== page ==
New Reports Say Walesa Won't Come

Harvard Still Hopeful

The day after Harvard announced that Polish labor leader Lech Walesa had accepted an invitation to speak at the University's Commencement exercises, three separate press dispatches from Europe yesterday reported that Walesa does not plan to make the trip to Cambridge.

But University officials continued to stress that in the absence of any direct turndown from Walesa, they are still holding out hope that he will deliver the June 9 Commencement address.

The Associated Press yesterday quoted Walesa as saying. "I'd love to go," and adding. "But my decision today is no, because of the problem in returning."

In addition, a spokesman for Radio Free Europe in Washington, D.C., said the agency had aired a dispatch in which Walesa's wife. Danuta, said she planned to notify Harvard today of her husband's decision not to travel to the United States.

In the report, which the radio agency attributed to the Reuters news service's Warsaw bureau. Danuta Walesa cited her husband's fears that Communist authorities would prevent him from returning to Poland, the spokesman said.


The AP also released an earlier interview with an unidentified woman who said, from Walesa's Gdansk home. "He will be unable to travel there for well-known reasons.... He is simply not sure that he would be able to cross the Polish border in both directions.

Harvard Remains Hopeful

But Robin Schmidt, Harvard's vice president for government and community affairs, said yesterday. "We're still hopeful that he'll be our Commencement speaker." Schmidt said that Harvard's only direct word from Walesa so far is a March 5 letter that states, in Polish, his acceptance of Harvard's invitation.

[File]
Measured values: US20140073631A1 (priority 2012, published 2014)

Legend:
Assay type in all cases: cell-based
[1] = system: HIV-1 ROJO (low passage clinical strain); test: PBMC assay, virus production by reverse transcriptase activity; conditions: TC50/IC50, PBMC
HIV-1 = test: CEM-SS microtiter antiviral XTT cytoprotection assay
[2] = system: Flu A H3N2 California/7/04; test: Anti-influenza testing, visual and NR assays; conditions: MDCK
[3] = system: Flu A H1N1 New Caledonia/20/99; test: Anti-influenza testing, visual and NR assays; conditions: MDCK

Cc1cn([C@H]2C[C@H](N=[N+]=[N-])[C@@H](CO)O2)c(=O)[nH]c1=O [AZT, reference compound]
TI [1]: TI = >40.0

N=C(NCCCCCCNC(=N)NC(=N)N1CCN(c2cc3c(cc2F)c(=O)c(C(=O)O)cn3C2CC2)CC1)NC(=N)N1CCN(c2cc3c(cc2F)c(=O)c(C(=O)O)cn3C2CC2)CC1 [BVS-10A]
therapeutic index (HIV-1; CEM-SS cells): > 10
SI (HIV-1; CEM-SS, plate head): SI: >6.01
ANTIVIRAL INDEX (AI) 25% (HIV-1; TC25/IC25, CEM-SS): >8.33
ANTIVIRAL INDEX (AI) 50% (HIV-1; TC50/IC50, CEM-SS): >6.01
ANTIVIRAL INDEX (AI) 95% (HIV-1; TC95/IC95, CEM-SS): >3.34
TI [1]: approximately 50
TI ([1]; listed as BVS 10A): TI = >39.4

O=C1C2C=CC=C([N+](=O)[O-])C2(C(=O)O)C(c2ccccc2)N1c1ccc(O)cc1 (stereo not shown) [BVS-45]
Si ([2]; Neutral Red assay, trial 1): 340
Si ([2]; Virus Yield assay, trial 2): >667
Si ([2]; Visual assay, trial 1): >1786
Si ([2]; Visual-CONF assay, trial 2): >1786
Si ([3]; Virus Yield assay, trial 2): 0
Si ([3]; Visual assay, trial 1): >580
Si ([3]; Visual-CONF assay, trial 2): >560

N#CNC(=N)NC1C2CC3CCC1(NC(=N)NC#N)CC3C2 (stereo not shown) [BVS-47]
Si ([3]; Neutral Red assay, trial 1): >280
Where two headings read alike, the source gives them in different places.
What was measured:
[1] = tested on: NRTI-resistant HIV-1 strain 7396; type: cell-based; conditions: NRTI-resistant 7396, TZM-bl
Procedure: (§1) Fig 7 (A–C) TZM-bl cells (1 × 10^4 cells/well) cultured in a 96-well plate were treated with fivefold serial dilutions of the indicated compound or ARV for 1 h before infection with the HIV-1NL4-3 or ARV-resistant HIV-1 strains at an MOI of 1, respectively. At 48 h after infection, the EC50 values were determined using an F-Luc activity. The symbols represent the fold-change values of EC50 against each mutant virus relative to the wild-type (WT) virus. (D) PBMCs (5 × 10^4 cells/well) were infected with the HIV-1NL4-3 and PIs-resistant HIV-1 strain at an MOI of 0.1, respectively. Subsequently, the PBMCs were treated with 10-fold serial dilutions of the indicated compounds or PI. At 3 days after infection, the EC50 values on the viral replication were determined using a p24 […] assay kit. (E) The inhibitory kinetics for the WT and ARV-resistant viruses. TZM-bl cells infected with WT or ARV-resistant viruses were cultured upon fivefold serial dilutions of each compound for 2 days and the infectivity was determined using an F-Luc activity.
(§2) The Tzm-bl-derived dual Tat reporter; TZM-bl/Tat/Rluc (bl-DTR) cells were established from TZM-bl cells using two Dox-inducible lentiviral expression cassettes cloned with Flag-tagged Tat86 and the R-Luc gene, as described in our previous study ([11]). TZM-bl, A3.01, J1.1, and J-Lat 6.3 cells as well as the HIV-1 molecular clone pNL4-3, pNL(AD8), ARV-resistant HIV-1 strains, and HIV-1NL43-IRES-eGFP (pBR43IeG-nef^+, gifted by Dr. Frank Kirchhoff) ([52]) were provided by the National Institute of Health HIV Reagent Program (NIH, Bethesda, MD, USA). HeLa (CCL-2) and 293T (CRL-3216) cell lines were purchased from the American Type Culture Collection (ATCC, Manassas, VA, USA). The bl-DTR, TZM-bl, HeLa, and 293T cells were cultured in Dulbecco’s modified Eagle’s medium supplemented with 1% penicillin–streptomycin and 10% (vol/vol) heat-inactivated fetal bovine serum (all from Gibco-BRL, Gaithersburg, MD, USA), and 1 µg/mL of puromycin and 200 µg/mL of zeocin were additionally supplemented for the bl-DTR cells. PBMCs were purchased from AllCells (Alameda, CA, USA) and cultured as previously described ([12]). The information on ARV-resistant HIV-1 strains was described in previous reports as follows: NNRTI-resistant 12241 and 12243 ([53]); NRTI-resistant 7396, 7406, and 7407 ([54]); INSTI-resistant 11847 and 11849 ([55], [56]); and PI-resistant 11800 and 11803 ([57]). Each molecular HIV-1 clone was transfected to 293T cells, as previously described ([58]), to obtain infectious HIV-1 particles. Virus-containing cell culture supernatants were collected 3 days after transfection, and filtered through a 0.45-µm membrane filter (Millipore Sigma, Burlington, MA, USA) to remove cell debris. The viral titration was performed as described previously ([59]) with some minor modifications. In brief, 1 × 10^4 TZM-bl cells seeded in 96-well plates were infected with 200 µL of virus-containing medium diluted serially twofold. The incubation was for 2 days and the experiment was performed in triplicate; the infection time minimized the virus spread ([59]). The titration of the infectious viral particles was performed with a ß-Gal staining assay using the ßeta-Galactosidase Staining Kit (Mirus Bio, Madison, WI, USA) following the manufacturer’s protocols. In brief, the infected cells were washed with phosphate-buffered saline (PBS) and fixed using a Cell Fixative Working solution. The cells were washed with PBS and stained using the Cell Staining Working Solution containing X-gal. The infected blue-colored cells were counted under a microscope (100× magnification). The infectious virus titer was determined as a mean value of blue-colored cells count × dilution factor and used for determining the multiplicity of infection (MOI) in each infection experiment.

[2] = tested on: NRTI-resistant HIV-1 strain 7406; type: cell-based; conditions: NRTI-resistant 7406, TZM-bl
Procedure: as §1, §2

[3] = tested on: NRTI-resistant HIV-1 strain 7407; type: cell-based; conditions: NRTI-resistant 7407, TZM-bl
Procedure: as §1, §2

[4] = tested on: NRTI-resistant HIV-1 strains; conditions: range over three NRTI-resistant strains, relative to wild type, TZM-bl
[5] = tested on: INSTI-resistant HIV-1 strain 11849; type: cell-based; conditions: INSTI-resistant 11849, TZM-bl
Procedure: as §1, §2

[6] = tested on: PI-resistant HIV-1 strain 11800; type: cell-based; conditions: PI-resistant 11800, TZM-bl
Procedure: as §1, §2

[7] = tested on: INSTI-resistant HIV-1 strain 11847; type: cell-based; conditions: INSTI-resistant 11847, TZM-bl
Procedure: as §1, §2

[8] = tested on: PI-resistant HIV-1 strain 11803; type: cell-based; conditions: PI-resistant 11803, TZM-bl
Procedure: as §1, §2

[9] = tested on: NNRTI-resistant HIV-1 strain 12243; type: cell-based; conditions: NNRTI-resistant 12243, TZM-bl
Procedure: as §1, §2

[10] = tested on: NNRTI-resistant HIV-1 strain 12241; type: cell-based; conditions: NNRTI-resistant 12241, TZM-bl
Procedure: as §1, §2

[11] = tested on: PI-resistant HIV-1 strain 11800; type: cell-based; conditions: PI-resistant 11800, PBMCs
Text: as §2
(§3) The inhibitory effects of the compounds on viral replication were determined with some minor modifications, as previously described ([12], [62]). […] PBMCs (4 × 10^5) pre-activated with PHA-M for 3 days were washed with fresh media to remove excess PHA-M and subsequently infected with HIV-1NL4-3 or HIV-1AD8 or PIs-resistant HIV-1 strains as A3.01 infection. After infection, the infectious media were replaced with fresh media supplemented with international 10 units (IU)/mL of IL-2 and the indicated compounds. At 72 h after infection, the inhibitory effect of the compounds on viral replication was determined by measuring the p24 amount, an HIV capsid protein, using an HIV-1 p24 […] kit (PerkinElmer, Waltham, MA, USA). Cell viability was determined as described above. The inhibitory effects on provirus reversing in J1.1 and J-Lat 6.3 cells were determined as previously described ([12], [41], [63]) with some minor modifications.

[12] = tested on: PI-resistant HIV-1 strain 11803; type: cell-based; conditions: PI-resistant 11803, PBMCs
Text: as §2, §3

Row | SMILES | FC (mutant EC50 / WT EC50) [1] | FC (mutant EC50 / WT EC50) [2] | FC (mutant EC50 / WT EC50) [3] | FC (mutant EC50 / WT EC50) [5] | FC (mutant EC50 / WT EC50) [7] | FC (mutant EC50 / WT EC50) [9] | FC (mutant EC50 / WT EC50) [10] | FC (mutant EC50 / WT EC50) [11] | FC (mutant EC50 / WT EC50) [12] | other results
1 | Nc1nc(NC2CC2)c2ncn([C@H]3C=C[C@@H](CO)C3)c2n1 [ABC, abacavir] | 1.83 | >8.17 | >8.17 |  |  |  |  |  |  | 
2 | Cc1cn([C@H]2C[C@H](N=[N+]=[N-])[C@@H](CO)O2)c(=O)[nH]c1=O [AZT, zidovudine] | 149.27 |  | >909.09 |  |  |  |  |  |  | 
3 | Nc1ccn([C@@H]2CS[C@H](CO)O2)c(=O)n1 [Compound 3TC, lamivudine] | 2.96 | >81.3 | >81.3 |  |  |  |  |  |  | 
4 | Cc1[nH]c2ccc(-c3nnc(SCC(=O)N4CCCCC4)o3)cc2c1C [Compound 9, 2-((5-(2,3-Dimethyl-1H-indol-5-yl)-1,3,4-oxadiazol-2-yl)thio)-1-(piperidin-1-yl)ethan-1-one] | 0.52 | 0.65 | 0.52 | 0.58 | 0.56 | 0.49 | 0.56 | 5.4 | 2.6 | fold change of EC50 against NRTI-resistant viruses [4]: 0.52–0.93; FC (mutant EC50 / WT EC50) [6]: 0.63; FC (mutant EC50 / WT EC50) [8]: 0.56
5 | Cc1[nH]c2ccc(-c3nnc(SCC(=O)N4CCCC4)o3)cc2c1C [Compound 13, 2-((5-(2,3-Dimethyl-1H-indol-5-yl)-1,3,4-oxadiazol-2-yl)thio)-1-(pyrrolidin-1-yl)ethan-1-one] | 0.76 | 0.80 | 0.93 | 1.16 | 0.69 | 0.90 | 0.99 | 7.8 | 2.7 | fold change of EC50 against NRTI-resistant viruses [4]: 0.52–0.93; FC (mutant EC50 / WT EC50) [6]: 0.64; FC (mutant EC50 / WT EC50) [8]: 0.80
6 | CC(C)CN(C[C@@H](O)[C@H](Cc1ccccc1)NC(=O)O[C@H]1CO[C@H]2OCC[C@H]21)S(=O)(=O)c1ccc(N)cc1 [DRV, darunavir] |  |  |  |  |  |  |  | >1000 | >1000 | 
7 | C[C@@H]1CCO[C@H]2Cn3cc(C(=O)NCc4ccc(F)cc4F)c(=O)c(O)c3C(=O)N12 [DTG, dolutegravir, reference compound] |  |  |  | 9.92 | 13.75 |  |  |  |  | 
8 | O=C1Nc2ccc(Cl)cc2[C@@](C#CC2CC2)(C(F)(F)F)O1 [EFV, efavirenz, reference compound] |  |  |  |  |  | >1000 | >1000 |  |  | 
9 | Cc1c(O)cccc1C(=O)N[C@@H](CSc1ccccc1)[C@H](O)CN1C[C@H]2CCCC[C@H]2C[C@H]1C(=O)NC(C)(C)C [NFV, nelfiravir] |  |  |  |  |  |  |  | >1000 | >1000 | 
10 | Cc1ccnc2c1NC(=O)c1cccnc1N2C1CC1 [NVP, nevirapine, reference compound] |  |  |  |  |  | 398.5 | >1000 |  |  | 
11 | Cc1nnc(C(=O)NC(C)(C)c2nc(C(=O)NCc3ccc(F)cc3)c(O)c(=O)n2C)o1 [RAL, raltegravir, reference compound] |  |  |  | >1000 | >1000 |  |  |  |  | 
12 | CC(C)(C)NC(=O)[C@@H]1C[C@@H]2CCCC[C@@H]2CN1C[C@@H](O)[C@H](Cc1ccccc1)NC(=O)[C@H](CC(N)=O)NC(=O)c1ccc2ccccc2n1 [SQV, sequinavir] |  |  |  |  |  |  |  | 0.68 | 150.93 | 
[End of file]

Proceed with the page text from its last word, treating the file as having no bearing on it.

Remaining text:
"We've had more than one confirmation" of Walesa's acceptance, Schmidt added, refusing to explain how Harvard received its supplementary information about the labor leader's intentions. But as long as Harvard has no further word from Walesa, the University is not giving up on the possibility that he will come to Commencement Schmidt said.

At that time of Schmidt's comments, the only press reports from Poland about Walesa were the interview with the unidentified woman at Walesa's home and a United Press International bulletin Thursday in which he reported said, "No, I am not going.

Walesa was released in November from confinement that began a year earlier, when the Communist government imposed martial Law in Poland.

Polish specialists have said that Gan. Wojciech Jaruzelski's regime is probably eager to see the 39-year-old electrician emigrate from his homeland, thus weakening his still-powerful influence on Polish workers.

The AP also quoted Walesa as saying that his letter from Harvard mentioned the possibility that the University would grant him an honorary degree, adding that he would be pleased to receive it by proxy.

Told that Harvard policy requires honorary degree recipients to attend Commencement exercises. Walesa said, "So I would be the first" to break with the tradition. He added.

I'd love to be the first, although I'm really sorry I most probably won't be able to be there in person," the AP reports.